Belcoo

From Wikipedia, the free encyclopedia
Jump to: navigation, search
Belcoo
Irish: Béal Cú
Belcoo - geograph.org.uk - 492569.jpg
Belcoo is located in Northern Ireland
Belcoo
Belcoo
 Belcoo shown within Northern Ireland
Population 486 (2001 Census)
District Fermanagh
County County Fermanagh
Country Northern Ireland
Sovereign state United Kingdom
Post town ENNISKILLEN
Postcode district BT93
Dialling code 028
EU Parliament Northern Ireland
UK Parliament Fermanagh and South Tyrone
NI Assembly Fermanagh and South Tyrone
List of places
UK
Northern Ireland
Fermanagh

Coordinates: 54°17′46″N 7°52′16″W / 54.296°N 7.871°W / 54.296; -7.871

Belcoo pronounced: [bɛlˈkʉː] (from Irish: Béal Cú, meaning "mouth of the narrow [stretch of water]")[1][2] is a small village and townland in County Fermanagh, Northern Ireland, 10 miles from Enniskillen. It is on the County Fermanagh/County Cavan border beside the village of Blacklion in the Republic of Ireland. It had a population (with Holywell) of 486 in the 2001 Census.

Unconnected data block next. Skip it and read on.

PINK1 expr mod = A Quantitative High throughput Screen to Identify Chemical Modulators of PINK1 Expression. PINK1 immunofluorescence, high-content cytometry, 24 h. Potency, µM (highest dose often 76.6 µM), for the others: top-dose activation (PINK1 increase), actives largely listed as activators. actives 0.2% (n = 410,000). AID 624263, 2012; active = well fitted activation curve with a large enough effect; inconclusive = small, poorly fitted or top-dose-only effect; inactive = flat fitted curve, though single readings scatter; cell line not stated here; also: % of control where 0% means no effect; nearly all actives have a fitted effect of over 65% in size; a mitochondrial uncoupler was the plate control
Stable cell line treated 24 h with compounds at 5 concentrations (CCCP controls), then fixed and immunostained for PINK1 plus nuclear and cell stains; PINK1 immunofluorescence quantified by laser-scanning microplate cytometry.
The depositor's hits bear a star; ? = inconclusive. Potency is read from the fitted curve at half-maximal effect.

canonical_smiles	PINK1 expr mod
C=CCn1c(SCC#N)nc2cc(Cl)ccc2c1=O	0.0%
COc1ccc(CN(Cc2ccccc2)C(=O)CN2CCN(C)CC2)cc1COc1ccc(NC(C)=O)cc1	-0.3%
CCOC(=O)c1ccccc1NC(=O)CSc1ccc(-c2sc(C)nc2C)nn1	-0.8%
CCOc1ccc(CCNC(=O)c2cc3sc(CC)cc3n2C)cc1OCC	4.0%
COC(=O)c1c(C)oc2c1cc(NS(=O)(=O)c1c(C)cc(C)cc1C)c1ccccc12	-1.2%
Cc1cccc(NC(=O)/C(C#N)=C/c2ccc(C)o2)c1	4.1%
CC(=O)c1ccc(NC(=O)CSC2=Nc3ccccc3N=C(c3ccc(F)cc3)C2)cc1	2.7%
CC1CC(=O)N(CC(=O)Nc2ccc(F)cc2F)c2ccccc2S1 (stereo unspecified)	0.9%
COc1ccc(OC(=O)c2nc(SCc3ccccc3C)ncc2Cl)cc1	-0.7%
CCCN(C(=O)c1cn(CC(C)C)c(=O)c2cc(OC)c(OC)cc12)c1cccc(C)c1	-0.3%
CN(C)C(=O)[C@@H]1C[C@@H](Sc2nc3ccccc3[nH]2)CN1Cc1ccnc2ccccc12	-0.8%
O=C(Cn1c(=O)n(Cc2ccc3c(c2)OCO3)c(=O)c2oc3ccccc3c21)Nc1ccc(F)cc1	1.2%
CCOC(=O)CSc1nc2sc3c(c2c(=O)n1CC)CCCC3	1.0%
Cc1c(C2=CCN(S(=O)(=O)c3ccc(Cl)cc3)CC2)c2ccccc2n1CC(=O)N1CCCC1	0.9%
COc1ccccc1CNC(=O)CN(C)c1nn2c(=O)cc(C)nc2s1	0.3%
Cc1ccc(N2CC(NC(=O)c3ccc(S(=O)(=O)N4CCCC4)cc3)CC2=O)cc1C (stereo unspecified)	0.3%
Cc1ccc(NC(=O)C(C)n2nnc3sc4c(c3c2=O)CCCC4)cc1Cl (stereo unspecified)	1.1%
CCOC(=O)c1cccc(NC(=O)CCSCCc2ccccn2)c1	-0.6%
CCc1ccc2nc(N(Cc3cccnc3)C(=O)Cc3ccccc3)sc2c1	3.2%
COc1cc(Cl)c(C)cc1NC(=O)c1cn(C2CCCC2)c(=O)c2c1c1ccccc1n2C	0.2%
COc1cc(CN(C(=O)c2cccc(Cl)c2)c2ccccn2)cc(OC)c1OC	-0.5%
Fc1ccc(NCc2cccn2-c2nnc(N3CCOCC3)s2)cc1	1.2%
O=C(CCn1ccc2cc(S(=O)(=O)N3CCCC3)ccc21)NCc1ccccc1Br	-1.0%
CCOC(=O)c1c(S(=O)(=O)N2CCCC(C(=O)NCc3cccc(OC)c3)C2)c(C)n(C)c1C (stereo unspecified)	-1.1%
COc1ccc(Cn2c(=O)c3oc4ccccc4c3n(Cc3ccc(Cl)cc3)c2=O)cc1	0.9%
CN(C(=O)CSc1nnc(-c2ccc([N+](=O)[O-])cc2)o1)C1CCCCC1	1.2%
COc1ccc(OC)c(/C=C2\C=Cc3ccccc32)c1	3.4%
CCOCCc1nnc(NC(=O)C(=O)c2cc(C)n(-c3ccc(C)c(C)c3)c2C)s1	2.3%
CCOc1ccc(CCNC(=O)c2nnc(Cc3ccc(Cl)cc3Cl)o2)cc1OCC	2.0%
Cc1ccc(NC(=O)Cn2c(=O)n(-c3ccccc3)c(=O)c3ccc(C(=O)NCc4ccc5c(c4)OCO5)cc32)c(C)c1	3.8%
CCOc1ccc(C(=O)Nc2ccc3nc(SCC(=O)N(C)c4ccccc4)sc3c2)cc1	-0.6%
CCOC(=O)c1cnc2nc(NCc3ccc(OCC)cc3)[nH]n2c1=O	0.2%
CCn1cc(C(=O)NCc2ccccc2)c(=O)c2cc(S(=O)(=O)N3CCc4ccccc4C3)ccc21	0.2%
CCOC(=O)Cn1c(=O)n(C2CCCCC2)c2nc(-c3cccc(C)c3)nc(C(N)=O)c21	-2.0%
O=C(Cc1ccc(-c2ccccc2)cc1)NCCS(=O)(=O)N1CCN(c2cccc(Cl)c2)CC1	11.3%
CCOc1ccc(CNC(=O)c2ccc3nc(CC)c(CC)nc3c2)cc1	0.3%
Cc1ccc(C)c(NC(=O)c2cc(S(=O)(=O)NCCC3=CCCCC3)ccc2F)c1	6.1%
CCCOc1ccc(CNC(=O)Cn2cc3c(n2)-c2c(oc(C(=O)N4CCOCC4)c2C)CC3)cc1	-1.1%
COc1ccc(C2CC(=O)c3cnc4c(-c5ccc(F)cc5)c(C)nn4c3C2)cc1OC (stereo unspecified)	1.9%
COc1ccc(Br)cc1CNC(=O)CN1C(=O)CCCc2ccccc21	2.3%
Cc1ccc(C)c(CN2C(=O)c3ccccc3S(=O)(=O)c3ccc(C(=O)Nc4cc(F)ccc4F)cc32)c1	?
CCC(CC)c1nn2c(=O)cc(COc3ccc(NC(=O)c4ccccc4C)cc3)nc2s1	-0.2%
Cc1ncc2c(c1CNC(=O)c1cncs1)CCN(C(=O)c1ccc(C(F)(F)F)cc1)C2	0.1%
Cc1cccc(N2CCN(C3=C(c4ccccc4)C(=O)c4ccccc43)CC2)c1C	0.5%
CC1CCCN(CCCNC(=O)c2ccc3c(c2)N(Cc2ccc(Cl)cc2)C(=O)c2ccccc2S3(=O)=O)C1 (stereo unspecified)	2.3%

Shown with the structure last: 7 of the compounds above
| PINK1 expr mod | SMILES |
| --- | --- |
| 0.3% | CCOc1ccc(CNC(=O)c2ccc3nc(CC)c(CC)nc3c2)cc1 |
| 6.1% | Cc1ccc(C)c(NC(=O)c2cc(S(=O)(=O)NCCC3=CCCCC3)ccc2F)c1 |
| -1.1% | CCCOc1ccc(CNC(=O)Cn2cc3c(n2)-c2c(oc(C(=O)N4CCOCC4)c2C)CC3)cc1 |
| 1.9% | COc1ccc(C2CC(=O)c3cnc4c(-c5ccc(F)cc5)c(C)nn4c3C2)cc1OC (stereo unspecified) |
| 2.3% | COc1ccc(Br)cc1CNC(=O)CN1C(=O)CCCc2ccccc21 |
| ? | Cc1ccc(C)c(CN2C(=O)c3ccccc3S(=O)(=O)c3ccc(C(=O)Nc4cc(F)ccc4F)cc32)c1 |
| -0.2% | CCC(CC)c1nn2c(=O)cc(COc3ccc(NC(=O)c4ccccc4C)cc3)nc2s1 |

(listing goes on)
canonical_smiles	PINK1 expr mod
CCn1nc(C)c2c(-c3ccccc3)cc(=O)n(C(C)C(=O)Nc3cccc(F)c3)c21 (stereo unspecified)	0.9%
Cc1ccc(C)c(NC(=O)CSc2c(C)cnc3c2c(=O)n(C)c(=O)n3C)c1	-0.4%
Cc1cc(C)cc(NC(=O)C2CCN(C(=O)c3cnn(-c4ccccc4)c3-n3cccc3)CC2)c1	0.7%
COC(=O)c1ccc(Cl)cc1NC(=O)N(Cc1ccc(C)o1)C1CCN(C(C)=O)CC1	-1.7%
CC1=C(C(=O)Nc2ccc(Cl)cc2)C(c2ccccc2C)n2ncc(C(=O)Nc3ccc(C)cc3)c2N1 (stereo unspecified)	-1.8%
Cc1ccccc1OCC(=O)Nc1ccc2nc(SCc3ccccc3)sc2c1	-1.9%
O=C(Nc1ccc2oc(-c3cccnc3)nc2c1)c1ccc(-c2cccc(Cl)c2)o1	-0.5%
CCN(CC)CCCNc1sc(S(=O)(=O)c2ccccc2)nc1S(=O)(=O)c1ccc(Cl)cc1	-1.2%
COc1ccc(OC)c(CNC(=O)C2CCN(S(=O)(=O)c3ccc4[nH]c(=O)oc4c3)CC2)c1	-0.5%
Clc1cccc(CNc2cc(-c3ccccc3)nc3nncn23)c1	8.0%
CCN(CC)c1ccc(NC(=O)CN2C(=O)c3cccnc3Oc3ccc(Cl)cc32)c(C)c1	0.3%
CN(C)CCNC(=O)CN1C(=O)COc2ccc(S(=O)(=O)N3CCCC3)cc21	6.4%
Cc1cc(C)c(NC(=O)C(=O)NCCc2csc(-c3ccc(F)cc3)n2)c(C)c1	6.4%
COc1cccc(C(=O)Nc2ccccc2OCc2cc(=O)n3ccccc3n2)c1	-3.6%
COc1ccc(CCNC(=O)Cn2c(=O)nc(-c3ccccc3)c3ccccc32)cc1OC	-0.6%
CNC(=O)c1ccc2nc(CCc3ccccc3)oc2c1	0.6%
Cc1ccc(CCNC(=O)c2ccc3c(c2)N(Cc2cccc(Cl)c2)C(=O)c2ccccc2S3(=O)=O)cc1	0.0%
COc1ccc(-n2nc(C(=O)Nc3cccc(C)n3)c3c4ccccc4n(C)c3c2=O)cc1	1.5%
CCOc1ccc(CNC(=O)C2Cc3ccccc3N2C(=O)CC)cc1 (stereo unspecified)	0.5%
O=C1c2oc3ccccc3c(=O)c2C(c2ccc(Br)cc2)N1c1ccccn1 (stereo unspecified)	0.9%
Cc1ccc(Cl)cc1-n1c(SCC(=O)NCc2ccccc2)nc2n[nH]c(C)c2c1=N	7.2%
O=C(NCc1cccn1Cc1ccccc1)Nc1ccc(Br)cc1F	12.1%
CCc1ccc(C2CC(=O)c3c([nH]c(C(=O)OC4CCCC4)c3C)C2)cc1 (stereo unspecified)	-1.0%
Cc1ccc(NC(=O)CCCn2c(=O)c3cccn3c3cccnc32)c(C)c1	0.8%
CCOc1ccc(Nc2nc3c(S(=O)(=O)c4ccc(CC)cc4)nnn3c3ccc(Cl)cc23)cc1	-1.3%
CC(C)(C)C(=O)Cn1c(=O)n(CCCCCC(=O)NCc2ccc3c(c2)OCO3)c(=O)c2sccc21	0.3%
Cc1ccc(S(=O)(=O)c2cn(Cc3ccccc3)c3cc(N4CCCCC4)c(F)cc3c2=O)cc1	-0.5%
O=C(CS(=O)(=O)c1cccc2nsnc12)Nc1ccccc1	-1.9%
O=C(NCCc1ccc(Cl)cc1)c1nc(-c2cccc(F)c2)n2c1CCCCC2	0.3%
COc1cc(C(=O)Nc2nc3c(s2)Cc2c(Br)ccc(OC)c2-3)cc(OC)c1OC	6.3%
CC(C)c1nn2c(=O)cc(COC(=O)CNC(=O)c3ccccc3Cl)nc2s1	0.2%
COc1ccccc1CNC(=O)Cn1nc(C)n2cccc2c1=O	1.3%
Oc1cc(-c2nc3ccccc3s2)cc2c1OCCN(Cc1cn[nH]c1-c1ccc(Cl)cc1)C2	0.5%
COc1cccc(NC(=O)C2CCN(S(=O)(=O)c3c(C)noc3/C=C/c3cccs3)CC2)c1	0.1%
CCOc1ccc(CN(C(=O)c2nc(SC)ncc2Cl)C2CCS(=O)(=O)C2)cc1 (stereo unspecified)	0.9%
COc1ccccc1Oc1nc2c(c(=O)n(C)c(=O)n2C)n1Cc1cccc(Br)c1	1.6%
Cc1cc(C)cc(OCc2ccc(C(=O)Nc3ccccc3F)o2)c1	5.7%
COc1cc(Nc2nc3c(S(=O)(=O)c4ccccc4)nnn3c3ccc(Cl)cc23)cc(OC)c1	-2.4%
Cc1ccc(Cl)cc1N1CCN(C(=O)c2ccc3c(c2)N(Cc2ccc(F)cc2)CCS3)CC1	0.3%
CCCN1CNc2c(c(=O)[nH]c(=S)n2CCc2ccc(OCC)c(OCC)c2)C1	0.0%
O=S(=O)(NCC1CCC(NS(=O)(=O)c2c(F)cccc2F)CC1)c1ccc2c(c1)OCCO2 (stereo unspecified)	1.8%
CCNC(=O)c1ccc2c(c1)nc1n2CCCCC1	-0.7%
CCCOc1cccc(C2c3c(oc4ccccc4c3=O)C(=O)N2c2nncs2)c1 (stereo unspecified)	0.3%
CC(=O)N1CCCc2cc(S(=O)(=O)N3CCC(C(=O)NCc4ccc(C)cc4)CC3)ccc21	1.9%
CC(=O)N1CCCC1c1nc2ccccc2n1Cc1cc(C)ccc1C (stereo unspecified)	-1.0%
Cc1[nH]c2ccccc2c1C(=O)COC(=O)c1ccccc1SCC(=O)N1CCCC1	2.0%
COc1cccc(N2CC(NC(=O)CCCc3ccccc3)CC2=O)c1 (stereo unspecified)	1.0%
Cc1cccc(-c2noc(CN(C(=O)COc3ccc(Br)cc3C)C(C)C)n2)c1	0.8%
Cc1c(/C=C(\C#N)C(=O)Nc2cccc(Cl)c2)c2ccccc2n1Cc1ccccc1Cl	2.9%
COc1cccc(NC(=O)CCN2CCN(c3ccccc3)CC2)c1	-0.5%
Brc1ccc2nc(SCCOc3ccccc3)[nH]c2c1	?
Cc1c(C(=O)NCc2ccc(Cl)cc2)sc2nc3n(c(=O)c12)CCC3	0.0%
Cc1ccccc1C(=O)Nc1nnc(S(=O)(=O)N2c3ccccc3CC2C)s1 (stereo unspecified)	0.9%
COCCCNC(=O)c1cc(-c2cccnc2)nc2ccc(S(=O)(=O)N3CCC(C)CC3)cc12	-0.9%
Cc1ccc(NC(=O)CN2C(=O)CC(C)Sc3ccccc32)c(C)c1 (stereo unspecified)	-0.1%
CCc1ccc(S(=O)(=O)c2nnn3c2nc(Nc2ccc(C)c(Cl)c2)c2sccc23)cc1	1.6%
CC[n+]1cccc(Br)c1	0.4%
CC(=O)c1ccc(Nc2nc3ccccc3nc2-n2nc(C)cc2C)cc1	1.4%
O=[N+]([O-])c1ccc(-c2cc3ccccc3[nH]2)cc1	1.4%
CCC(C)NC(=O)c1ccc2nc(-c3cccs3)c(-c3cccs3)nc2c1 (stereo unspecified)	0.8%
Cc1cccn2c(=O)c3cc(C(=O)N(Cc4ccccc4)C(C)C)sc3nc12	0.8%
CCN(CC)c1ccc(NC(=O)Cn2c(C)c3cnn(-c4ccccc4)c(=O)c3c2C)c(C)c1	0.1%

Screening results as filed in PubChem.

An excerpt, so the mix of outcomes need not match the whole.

The Lough MacNean Tourism Initiative has been in operation since 2003, and is an economy building project, aimed at addressing tourism needs in the area while promoting cross-border relations. Belcoo Enterprise Ltd opened in 1992 in units shared with the Belcoo Historical Society, a doctor's surgery, a chiropodist and Lakeland Community Care. The Mullycovet corn mill, which functioned from 1830 until the 1920s, is being restored. The Indigenous Resources School of Transferable Skills aims to teach marginalised groups including the unemployed, New Age travellers, the disabled, to use natural materials as a learning facility.

History[edit]

The earliest mention of the village is in the old Ulster Saga "Argain Belcon Breifne" also known as "Togail Bruidne Bélchon Bréifne" (Massacre of Belcu Brefne). This tells the tale of a trap set for the great Ulster hero Conall Cernach by a Breifne chief named Belcu Brefne. However Conall manages to reverse the trap and causes Belcu's sons to kill Belcu by mistake. The place where the tale occurs was later named Belcu or sometimes Belcon in honour of Belcu. Isaac Butler in his book "A Journey to Lough Derg" written in c. 1749 states, "At Bell Con is a famous well called Davagh Patrick or the Holywell".[3]